This time last year I found a new obsession. Back in the summer of 2007, I got into Firefly in a big way. I’m a nerd, but I’m not the type who dresses up or writes fan-fiction or buys lots of merch, but with Firefly I went a little further than I ever had before. I bought any book I could get my hands on. I went to special screenings of Serenity. I bought a Jayne Cobb hat. It was pretty intense for a while, but a show that was already canceled, it wasn’t exactly easy to maintain the fandom. I still adore Firefly to no end, but I’m not totally over-the-moon like I was back then. My new obsession is on a whole new scale. It’s called Doctor Who.
For those completely under the rock, Doctor Who is a science-fiction series on the BBC in the UK. It first premiered in 1963, went on for many, many years, was eventually canceled in the 80s, and then brought back by Russell T. Davies in 2005. It’s about an alien who looks like a man and goes by the moniker, The Doctor. He flies around in an old police box called the TARDIS, which can travel anywhere in space and time. He usually brings along a companion or two from Earth. He goes on adventures, helping people around the Universe and stopping bad guys. It’s cheesy and fun and badass and sometimes even emotional. I love it to death, now let me tell you how I got into it and why you should, too.
Before last year I’d had roughly two major encounters with Doctor Who. The first was back in the mid 90s, when I live in Turkey, and had the BBC. They used to play re-runs of the Tom Baker years as Doctor Who. I remember watching a number of episodes and finding it bizarre and pretty much left it alone. Then, in 2005, with the reboot, I watched the premiere and quite a few episodes from the first season, but somehow didn’t quite get into it enough to continue when the lead actor changed from Christopher Eccleston to David Tennant. That second experience with the show told me there was something of value to it, but trying to get back into it after a few years seemed like a commitment I didn’t want to make.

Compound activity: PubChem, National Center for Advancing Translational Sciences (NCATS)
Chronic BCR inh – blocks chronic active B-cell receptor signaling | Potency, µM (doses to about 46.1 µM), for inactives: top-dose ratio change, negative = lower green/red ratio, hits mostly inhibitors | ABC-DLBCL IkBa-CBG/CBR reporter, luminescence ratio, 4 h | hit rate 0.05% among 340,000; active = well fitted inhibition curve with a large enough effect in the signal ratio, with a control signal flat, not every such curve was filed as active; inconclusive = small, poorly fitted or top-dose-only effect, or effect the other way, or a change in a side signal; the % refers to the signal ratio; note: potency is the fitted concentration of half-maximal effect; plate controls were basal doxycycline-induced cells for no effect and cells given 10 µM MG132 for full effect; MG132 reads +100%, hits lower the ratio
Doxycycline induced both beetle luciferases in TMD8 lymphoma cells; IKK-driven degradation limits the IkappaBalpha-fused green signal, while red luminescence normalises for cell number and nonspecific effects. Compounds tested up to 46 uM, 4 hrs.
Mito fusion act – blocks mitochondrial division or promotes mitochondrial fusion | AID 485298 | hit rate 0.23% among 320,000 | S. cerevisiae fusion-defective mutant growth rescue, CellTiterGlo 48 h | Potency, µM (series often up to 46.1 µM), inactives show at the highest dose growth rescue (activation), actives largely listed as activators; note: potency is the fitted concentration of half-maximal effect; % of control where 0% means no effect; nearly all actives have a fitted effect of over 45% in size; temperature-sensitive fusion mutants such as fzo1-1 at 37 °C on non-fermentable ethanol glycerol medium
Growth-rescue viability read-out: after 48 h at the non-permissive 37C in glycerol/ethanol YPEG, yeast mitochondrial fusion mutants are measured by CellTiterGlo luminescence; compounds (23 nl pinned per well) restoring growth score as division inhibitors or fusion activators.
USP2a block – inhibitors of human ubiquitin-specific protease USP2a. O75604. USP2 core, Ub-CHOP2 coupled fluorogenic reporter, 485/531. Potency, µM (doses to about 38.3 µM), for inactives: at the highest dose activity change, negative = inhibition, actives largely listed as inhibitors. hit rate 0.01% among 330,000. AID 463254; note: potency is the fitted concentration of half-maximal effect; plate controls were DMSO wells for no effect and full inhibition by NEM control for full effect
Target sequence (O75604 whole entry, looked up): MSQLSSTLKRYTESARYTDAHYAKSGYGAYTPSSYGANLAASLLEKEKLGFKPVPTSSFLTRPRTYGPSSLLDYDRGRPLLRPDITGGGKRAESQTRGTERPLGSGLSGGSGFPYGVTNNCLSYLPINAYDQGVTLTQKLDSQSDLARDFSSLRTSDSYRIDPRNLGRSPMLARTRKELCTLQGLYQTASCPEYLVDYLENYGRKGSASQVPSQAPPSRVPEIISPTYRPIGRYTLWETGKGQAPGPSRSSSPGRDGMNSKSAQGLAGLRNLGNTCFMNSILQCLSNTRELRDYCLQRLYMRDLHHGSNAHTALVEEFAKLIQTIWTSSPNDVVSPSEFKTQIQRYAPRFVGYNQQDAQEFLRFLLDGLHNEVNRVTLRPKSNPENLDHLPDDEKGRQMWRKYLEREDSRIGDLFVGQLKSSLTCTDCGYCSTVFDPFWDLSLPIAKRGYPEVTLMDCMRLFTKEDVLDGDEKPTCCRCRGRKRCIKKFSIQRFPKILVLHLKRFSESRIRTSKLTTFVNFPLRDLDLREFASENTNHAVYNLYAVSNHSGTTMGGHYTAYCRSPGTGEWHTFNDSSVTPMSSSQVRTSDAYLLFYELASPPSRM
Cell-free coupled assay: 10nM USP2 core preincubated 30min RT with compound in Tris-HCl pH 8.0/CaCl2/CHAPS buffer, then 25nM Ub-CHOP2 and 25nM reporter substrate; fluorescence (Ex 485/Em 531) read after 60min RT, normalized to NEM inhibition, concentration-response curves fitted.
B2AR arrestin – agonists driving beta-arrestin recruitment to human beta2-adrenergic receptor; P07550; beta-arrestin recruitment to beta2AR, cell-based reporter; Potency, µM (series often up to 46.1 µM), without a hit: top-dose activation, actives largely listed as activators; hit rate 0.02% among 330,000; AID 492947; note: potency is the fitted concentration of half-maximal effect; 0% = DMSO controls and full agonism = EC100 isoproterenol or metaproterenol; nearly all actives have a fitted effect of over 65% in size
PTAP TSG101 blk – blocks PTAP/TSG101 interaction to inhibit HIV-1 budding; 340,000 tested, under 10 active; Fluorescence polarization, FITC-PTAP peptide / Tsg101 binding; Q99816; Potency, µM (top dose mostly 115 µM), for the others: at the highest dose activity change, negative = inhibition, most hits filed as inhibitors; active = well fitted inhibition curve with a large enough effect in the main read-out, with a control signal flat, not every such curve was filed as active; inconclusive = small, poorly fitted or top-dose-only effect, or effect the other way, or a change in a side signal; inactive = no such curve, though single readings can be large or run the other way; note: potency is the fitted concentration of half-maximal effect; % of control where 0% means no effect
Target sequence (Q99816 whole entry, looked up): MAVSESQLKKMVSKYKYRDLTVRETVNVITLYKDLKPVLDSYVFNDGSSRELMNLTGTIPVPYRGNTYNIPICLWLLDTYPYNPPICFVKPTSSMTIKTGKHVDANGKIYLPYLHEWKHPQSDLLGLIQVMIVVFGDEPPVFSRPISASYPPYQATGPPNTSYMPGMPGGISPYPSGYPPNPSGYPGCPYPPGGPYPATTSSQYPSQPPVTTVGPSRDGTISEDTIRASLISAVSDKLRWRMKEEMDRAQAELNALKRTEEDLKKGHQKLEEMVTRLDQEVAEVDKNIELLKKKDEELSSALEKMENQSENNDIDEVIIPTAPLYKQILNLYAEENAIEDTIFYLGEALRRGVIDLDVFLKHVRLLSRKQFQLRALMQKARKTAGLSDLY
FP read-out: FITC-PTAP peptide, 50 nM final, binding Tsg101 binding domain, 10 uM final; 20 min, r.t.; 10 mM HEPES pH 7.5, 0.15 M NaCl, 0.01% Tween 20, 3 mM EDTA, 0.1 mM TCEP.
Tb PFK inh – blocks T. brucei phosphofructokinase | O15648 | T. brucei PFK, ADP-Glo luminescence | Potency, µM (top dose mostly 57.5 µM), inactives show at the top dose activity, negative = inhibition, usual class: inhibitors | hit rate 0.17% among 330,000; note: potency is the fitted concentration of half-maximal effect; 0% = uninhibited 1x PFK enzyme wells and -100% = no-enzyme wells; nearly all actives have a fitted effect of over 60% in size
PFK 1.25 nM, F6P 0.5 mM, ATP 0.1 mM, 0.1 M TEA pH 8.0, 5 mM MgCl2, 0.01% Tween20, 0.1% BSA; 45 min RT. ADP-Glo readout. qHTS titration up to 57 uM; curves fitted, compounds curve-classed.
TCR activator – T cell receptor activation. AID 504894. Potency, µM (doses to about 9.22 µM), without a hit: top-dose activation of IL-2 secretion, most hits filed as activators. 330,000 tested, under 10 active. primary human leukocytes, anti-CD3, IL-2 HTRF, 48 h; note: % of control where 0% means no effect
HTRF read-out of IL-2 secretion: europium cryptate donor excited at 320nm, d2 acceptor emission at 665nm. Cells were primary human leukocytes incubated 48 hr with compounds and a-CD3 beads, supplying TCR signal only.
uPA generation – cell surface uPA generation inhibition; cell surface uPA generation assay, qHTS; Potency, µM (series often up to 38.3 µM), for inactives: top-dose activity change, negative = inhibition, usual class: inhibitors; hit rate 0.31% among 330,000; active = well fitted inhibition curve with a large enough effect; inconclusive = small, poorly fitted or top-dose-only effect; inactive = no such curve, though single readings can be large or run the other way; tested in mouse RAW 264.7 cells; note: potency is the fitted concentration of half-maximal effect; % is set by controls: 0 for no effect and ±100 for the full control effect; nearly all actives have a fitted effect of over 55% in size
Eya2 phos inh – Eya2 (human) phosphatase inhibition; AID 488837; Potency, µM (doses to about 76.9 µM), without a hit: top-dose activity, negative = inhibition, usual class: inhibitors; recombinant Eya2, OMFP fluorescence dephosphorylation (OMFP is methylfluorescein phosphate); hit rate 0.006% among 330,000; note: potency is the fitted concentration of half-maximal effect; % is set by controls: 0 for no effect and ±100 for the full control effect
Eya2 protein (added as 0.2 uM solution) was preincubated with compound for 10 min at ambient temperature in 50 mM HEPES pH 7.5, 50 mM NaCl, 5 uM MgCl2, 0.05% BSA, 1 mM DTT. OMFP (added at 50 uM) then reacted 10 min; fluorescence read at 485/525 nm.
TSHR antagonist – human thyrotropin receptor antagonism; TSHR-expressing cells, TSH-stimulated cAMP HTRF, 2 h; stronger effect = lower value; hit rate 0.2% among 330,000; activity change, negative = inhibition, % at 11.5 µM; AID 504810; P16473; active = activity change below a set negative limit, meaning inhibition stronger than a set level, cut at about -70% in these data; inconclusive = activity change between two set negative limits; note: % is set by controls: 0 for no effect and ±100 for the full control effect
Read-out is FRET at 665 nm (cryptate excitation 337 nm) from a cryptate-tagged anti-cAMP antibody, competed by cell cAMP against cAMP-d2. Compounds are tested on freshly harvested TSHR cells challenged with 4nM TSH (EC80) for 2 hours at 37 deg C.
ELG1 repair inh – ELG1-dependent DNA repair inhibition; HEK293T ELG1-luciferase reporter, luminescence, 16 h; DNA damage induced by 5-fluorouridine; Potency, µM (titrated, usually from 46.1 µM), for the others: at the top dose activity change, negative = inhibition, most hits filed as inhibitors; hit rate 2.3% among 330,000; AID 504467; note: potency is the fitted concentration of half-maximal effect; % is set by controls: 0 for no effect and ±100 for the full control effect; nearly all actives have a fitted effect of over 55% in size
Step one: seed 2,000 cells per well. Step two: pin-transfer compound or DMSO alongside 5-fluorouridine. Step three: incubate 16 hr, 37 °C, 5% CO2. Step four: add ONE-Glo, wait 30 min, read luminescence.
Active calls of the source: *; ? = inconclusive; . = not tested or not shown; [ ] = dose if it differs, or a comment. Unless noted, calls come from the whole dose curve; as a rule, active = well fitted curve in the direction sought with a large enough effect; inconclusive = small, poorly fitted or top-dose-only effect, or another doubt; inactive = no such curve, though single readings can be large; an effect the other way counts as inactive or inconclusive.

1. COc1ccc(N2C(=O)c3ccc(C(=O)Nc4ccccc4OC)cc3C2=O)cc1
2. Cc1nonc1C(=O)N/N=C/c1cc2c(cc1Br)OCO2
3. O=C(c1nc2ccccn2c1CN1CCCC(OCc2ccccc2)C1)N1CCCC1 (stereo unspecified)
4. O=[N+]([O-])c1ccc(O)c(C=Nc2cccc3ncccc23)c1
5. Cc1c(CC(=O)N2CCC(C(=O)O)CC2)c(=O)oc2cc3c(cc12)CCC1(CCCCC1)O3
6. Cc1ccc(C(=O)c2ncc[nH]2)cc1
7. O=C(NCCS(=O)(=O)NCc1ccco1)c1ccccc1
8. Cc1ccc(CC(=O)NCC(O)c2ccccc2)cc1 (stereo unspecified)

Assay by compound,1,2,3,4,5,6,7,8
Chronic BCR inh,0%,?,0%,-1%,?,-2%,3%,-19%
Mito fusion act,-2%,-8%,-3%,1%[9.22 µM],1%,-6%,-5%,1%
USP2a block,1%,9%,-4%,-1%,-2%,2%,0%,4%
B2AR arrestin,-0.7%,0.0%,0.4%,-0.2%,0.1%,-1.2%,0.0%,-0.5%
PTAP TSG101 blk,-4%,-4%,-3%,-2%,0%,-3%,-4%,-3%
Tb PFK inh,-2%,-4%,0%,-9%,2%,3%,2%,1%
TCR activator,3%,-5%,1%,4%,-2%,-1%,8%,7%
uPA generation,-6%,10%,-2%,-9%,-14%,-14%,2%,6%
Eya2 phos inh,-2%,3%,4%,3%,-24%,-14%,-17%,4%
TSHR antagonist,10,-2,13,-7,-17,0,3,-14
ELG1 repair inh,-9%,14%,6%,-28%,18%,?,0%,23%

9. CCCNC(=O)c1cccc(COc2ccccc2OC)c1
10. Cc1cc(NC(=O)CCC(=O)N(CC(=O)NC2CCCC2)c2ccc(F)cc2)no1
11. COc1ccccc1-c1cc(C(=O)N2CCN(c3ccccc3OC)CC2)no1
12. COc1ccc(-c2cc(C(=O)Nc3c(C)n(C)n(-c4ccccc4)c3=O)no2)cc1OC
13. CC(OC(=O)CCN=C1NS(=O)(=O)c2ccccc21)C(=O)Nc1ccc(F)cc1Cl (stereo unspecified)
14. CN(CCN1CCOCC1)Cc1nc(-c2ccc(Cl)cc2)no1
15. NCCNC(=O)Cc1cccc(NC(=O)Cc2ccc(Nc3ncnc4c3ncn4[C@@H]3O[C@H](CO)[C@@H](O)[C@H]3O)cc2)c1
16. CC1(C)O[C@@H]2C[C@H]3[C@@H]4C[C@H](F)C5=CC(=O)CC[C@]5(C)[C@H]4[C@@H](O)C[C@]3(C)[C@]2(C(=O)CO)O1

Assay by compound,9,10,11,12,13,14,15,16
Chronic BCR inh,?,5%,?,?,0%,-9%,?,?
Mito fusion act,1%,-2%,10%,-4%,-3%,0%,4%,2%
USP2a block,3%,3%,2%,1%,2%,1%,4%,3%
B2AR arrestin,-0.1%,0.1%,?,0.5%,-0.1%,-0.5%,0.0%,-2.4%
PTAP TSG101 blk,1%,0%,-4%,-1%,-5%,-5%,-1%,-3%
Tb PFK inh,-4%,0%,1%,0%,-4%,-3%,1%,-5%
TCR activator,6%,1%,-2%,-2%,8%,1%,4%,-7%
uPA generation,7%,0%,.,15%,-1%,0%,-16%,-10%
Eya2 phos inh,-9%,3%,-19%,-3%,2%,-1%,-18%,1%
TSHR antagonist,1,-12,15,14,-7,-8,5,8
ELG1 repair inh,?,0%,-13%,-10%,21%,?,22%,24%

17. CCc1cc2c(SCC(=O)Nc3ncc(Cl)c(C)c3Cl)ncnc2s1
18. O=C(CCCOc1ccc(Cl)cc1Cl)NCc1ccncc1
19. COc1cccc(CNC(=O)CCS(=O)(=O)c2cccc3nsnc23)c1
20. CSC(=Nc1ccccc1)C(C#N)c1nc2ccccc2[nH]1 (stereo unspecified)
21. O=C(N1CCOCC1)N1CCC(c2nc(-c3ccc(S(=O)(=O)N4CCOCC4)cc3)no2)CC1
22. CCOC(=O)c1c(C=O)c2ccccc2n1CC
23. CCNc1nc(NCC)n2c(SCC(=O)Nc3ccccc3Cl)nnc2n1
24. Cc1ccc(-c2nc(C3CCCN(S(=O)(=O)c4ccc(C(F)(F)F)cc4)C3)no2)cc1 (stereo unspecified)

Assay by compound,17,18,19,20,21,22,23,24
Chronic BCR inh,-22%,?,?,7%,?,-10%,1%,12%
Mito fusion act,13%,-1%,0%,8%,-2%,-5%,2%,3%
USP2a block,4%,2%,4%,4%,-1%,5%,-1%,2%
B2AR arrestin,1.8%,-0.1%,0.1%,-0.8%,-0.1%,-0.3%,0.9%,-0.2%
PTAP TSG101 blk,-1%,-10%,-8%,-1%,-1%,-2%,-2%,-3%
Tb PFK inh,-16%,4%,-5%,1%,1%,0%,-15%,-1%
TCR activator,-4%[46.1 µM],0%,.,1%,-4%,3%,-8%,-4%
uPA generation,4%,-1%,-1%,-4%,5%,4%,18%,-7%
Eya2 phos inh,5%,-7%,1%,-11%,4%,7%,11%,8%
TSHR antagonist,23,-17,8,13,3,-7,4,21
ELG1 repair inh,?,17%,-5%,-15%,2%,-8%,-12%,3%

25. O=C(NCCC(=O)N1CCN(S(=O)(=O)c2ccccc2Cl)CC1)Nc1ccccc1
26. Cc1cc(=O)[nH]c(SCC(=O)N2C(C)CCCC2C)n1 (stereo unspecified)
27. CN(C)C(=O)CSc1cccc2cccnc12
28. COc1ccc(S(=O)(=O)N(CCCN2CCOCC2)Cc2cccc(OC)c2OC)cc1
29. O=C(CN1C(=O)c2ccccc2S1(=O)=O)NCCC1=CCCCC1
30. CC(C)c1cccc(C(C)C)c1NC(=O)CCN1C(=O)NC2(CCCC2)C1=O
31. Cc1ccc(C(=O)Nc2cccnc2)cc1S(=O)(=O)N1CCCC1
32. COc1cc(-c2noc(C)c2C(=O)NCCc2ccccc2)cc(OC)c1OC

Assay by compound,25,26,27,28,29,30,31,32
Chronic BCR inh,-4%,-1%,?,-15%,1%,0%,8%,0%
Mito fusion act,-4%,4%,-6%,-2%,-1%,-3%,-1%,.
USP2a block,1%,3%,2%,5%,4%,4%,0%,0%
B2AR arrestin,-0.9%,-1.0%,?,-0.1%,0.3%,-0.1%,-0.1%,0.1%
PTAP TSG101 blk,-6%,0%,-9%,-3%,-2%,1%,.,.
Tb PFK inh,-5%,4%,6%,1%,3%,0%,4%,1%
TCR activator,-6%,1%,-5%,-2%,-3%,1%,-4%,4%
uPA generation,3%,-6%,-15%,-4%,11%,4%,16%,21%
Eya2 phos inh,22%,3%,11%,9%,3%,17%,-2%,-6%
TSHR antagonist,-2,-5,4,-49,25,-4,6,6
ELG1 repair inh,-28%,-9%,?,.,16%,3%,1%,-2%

My journey back to Doctor Who actually started with a different series entirely. If you haven’t seen the BBC series, Sherlock, you are missing something spectacular. It stars Benedict Cumberbatch and Martin Freeman as Sherlock Holmes and Dr. Watson and plops those characters into the modern era. It’s amazingly entertaining, and currently has two seasons of three 90-minute episodes each. It’s practically like watch eight brilliant Sherlock Holmes films. That series was co-created by Steven Moffat, who also created Coupling. Well, on the lookout for more Moffat-y goodness, I learned that he had taken over the running of Doctor Who in its fifth series. Here was my chance. I was about to jump in.
My initial instinct was that I’d have to watch the series starting from its new beginning in 2005. This seemed slightly daunting to me, especially since what I really wanted was more Moffat, and he only took over the show more recently. So I solicited some advice. Basically, I was told to go back and watch pretty much just the Moffat had written in the first four seasons, plus a couple other great ones. It was a great idea for two reasons. The first is that it gave me a good taste for seeing multiple Doctors (he can regenerate into new form when he’s about to die) with multiple companions. It’s the nature of the show that the actors change out and remix every few years, and it was good to get used to that immediately. On top of this, it helped that Moffat’s episodes were pretty much some of the very best in the series run, including the wildly popular episode, ‘Blink’. Finally, at least two of the Moffat stories come back into play during his run as head writer, one of which is very important to the mythology he’s crafted.
So, I watched those episodes and then I started up on Series 5 and 6. By the end of it I was completely hooked and the only thing I could do to satiate my Doctor Who cravings was to watch the previous four seasons, which I’d mostly skipped over. That took a bit of time, but once I was done I felt empty once more. So I tried my hand at watching the original series from 1963. I watched a few episodes, and it was surprisingly entertaining, but very quickly I balked at the task of watching 23 seasons of a TV show, particularly one where around 100 episodes have been lost and only exist in weird hybrid stills+audio form. It’s too much. I might still go through it, but for now I’m patiently waiting for the next new series of episodes to start.